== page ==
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Managing partners serving as COLPs putting law firms ‘at risk’

Potential conflict between limiting risks and delivering strategic business growth 

9 May 2014

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By Manju Manglani, Editor (@ManjuManglani)

Managing partners and senior partners are putting their firms at risk by taking on the role of senior compliance officer.

That's according to research covering the entirety of the top-100 market, which found that one in four gave the role of compliance officer for legal practice (COLP) to their top leaders.

Just 16 per cent had taken on compliance specialists for the COLP role, while 13 per cent placed the COLP function with the general counsel.

"It is great to see managing partners of law firms taking a big active interest in compliance and risk but, over time, they will want to consider separating their role from that of COLP," commented Dan Watts, director at Edward Drummond, which conducted the research.

"It is not reasonable to expect that those partners responsible for delivering targets on profitability and on new business would also give the firm completely impartial and independent advice that might slow that sales growth or restrict short-term profits."

Watts noted that good corporate governance requires greater independence for the risk and compliance function.

"Having the same person riding both of these horses has the potential for problems. This would be in direct contrast to a publicly-listed company where an internal auditor or non-executive director can provide a completely independent view on potential conflicts."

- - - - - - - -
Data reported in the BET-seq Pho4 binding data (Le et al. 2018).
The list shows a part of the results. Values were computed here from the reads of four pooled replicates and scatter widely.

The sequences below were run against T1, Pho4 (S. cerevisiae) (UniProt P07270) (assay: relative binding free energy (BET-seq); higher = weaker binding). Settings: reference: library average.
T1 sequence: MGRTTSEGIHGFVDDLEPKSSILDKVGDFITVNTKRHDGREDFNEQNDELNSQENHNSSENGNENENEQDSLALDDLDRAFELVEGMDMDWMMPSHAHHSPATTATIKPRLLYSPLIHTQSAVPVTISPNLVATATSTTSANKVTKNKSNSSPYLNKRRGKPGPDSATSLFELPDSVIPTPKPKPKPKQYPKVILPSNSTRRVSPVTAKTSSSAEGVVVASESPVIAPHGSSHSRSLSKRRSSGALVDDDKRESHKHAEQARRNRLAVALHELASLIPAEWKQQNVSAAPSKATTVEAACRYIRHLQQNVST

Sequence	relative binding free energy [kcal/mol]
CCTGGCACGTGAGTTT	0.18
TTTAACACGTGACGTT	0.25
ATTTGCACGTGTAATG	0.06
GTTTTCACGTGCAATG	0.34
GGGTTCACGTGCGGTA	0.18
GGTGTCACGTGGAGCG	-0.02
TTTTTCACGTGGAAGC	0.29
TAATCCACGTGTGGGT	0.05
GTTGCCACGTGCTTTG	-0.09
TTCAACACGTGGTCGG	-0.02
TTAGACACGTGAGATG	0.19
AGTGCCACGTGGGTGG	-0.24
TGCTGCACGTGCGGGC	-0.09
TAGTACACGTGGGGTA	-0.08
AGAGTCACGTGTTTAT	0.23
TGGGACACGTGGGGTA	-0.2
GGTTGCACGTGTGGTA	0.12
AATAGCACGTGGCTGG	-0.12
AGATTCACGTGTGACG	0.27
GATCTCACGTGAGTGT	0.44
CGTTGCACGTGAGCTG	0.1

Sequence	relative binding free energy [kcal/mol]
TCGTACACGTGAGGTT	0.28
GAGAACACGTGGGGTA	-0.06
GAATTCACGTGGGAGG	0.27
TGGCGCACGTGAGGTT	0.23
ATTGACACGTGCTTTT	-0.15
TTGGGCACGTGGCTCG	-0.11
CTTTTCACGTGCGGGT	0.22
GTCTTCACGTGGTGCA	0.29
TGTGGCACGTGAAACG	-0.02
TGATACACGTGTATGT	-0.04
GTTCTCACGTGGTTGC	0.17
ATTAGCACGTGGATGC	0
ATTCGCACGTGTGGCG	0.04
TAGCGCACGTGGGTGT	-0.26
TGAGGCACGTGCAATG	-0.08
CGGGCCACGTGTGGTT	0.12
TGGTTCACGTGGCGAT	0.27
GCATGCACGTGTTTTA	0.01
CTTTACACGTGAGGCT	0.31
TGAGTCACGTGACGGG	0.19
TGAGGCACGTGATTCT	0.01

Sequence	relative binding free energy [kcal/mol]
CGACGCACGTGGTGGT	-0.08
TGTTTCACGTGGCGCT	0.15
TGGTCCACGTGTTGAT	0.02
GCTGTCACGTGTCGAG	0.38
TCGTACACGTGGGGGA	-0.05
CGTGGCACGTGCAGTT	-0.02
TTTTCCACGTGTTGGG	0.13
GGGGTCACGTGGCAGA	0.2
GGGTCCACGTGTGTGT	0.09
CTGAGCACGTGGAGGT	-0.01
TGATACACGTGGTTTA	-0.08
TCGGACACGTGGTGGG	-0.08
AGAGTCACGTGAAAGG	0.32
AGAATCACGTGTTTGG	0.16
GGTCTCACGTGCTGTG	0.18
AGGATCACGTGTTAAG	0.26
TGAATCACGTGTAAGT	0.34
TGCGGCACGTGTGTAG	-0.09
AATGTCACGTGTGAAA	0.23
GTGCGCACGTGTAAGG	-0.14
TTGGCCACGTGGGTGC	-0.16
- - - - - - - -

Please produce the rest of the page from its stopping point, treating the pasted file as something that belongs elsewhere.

He added that partners have noted that they want the commercial and regulatory risks of their business examined and challenged properly.

Only 14 per cent of the top 50 firms have handed the COLP role to a risk and compliance professional, while 19 per cent of firms ranked 51-100 have taken this step. Among the firms that have given the COLP role to the general counsel, all but one are in the top-50 rankings.

But, by handing the COLP role to the managing partner or senior partner, firms could be robbing themselves of an informal sounding board for their more junior partners or lawyers.

"Unlike previous compliance roles in law firms, COLPs have a personal obligation to report apparent conduct breaches to the SRA. This might put off those within the firm from approaching a COLP for guidance, when they might previously have done so," said Watts.

"An independent compliance professional who is dedicated to the role is in a far better position to take on the responsibilities of being a COLP than a lawyer who has to balance this function with their day-to-day caseload."

Instead of taking regulatory responsibility for compliance, managing partners should focus their efforts on growing their firms and setting their strategic direction, he argued.

"We expect there to be a trend for the role of COLP to move away from executive management to a separate function as the role develops and we anticipate more active recruitment of compliance professionals in the legal sector."

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Risk & Compliance